As part of its strategy to become a low-cost leader through its "XC" information devices, Acer has licensed microprocessor manufacturing technology from IBM so that it can potentially supply itself with processors.
If successful, the move could prove a trump card for Acer in its strategy to become the king of intelligent devices, which Acer calls XCs. By manufacturing its own "system-on-a-chip" microprocessors, Acer could ensure itself a steady supply of low-cost chips specifically tailored to suit the variety of XC devices Acer plans to bring to market.
At the same time, a shift to microprocessors will allow Acer to gracefully convert its DRAM manufacturing capabilities to a more profitable use.
Under the terms of the deal, Acer Semiconductor Manufacturing, the semiconductor unit of the Taiwanese electronics giant, gets access to the underlying technology and specifications behind IBM's 0.35 and 0.25-micron manufacturing processes, according to an IBM spokesman. With this technology, Acer will have the ingredients to create its own microprocessor facility.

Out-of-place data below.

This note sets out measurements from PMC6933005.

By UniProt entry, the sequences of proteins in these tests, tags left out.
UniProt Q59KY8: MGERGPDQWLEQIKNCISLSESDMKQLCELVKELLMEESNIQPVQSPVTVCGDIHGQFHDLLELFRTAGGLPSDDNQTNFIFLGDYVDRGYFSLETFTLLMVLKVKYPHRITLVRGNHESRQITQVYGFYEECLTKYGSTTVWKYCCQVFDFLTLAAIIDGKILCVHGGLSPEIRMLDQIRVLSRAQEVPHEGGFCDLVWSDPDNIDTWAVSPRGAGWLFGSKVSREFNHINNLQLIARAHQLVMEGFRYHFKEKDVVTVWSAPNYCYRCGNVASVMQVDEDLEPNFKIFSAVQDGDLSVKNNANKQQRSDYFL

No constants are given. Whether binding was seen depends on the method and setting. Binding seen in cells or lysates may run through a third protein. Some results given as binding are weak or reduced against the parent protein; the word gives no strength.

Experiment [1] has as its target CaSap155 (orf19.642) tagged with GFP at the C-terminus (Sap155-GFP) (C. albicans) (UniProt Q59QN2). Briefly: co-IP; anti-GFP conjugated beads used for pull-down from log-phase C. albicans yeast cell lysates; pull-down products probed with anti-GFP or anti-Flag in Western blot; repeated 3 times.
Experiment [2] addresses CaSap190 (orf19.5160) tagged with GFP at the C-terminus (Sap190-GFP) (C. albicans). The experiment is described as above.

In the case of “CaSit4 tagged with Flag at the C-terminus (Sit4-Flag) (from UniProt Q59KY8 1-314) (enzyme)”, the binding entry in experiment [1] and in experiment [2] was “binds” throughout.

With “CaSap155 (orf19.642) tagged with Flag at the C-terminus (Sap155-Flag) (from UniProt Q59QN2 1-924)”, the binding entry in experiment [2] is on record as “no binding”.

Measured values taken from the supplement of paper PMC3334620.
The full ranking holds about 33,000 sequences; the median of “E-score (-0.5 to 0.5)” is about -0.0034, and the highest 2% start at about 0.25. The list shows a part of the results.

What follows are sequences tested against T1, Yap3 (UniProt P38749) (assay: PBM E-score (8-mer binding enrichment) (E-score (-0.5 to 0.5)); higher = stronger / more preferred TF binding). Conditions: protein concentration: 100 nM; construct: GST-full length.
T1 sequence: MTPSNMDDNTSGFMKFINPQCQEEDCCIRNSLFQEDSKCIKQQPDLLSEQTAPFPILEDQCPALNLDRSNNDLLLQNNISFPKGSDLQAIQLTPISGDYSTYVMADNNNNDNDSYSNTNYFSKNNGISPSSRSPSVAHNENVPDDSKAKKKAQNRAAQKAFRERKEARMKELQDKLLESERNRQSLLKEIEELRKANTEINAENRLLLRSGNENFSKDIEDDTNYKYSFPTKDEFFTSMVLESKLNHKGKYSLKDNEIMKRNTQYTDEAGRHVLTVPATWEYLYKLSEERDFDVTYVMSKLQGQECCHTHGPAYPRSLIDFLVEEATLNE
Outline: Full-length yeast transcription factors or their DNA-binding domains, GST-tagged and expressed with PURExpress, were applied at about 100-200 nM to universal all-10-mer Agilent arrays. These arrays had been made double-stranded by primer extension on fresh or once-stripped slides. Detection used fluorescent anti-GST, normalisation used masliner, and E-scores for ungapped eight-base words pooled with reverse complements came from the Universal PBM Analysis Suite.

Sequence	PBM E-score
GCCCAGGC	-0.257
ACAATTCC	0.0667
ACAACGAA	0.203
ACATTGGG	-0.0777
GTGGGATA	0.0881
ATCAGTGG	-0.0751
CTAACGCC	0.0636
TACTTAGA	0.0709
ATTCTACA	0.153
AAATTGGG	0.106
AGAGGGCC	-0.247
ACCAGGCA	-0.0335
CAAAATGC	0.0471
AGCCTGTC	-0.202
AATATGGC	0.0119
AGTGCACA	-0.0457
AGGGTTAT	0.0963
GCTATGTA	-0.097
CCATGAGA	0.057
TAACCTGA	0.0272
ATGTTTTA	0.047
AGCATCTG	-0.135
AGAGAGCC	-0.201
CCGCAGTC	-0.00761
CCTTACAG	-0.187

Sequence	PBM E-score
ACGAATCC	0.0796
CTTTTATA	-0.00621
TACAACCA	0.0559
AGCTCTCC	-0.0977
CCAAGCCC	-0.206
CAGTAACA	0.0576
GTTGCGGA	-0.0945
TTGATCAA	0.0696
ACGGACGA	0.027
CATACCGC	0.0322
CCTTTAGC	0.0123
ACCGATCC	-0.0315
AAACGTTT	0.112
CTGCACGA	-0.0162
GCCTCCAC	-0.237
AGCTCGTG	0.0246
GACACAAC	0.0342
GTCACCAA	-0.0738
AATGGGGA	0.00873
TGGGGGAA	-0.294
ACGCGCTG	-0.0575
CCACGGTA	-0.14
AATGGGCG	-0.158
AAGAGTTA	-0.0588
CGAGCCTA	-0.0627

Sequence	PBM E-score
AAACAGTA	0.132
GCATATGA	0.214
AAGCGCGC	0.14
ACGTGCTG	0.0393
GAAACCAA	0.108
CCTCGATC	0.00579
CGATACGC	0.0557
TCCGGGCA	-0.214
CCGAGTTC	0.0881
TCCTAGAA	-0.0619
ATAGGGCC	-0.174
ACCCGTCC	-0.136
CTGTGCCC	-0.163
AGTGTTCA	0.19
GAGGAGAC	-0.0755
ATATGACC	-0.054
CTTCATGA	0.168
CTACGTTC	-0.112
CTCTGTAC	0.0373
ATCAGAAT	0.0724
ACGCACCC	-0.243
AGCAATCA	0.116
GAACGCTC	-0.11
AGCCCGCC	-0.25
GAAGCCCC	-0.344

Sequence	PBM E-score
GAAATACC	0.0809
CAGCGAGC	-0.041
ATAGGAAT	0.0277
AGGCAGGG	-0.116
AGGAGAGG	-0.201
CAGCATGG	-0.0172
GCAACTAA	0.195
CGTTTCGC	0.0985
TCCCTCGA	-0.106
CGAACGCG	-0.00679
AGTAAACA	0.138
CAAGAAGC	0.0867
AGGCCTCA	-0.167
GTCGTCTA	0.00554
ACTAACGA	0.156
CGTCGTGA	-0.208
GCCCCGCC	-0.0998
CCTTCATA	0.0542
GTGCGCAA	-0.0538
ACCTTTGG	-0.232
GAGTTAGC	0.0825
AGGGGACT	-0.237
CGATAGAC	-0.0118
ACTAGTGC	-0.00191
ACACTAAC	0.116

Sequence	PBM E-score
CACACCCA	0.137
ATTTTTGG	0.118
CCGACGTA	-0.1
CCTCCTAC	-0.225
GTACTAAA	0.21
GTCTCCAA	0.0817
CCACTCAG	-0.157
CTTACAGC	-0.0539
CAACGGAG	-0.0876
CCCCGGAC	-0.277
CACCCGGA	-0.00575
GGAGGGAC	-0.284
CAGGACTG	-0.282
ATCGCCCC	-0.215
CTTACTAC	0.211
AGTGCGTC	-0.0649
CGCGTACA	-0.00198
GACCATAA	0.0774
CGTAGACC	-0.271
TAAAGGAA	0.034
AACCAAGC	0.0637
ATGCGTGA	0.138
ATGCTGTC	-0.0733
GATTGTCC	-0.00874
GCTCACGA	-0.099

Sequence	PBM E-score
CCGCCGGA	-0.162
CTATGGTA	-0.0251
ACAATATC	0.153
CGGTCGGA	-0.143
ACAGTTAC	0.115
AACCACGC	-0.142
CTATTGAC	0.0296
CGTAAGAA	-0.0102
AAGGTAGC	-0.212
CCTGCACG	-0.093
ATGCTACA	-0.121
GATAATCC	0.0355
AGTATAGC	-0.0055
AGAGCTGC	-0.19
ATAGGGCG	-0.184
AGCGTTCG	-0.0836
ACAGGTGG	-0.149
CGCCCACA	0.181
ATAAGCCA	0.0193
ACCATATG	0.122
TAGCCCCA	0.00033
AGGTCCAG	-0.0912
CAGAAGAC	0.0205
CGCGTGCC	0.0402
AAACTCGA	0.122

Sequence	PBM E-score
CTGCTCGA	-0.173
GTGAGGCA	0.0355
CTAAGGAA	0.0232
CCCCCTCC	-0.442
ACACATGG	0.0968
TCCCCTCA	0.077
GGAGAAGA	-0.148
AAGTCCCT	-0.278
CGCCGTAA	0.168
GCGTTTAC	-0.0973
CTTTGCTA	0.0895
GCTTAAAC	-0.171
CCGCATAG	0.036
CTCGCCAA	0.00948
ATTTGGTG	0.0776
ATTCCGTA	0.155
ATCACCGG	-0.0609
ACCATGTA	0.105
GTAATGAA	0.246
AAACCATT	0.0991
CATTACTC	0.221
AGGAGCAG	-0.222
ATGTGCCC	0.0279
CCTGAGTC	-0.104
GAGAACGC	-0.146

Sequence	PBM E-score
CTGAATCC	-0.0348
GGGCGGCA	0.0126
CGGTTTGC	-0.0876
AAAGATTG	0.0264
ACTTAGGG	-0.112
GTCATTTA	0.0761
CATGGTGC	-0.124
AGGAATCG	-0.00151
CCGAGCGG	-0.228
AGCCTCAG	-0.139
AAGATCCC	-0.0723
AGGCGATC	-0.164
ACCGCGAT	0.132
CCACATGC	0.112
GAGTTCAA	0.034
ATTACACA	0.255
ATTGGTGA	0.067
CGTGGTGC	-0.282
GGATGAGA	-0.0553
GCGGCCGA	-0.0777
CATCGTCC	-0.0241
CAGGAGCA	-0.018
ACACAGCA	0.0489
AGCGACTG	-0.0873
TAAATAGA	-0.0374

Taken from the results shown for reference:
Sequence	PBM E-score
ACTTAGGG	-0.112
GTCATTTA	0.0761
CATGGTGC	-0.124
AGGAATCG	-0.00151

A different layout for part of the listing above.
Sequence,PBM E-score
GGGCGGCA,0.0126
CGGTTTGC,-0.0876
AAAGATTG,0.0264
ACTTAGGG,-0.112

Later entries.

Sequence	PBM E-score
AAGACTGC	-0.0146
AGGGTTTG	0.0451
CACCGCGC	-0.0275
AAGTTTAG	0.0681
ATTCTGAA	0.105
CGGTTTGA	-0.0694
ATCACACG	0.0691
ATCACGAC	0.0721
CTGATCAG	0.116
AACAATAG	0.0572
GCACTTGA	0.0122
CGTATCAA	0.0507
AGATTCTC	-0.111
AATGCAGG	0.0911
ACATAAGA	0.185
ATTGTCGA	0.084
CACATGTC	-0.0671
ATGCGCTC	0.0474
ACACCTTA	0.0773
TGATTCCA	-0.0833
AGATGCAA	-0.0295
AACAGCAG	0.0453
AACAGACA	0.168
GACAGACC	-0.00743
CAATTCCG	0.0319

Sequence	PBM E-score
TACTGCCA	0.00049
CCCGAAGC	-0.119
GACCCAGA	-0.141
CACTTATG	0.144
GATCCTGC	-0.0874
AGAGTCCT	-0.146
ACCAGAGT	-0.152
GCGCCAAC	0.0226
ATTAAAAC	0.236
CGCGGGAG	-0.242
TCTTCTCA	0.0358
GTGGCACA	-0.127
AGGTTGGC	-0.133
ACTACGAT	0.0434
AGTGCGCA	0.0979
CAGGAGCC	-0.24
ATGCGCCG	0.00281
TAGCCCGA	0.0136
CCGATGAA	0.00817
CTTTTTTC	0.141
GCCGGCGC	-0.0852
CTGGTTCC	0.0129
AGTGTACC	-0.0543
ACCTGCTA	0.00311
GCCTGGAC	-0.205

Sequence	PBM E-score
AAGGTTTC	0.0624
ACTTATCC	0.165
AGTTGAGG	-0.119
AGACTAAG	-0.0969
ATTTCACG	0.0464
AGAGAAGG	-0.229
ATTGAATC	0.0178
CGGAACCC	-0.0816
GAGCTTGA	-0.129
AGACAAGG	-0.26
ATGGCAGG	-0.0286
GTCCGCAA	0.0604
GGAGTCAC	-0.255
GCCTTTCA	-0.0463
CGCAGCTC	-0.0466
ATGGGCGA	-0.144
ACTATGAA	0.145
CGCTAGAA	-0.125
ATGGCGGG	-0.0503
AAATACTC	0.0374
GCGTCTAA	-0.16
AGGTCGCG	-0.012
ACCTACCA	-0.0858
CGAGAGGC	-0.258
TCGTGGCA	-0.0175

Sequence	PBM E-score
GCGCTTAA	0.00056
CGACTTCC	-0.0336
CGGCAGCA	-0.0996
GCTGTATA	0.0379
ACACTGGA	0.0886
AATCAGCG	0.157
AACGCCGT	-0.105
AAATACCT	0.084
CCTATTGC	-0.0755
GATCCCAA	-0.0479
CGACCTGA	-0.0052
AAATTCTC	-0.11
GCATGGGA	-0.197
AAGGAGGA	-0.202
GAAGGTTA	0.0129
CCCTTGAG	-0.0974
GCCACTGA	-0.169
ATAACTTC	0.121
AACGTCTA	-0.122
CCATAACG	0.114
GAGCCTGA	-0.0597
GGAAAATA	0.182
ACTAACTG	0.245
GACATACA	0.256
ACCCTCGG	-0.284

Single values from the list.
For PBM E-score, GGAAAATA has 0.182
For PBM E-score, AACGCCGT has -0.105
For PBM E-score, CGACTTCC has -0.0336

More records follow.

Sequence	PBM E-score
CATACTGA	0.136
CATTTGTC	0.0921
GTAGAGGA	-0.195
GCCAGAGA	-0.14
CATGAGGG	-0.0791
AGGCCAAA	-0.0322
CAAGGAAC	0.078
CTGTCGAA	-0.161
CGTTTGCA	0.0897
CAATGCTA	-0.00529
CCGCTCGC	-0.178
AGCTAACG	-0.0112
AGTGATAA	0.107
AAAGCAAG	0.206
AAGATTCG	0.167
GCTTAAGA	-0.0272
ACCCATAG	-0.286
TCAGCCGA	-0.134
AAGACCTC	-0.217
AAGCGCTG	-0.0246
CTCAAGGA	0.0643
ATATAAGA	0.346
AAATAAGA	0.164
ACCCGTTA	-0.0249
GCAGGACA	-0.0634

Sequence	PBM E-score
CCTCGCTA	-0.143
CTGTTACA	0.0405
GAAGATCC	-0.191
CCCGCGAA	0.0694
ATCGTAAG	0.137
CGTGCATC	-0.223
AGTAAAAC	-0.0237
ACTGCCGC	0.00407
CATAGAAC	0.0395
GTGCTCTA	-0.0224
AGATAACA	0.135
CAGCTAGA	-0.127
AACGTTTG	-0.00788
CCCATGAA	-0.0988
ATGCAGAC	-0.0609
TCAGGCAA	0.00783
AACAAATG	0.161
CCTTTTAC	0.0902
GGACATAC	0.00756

"They will have from us the rights, some training, and the specifications to set up a fab," the spokesman said. "They will be able to retool their facilities to manufacture [microprocessors]." A "fab" is a chip fabrication facility.
Acer chairman Stan Shih said at a press conference this morning that the deal will allow Acer to develop system-on-a-chip microprocessors, which are at the core of XC-like devices. These chips integrate logic and memory.
An Acer spokesman said that the company has not definitively stated that the company has set out on course to make its own chips for its XCs, but admitted that the strategy could be inferred from Shih's announcements. XCs, the spokesman added, will be based on the Intel architecture, but "not necessarily based on Intel's processors."
XC are essentially low-cost, limited-function devices centered around standard computing technologies. The concept includes handheld computers, gaming consoles, home Internet banking units, and other products. Earlier this week, Acer introduced the first five XC prototypes. These devices will start to come to the U.S. market later this year or in early 1999 and range in price from $199 to $1,000.
By leveraging common PC standards and capitalizing on the company's production of LCD screens and other components, Acer can take out much of the economic risk inherent in introducing new form factors.
"The new products always involve a lot of risk in the market, being accepted in the market. You have to commit to [large] volumes, but if you don't hit it, you have inventory problems," Shih said. "We already have orders for PCs. With open architectures, we can share the risk."
Like other manufacturers, Acer has been hard hit by the two-year slump in memory prices. Earlier this year, Acer took over control over a manufacturing facility that was jointly owned by Texas Instruments.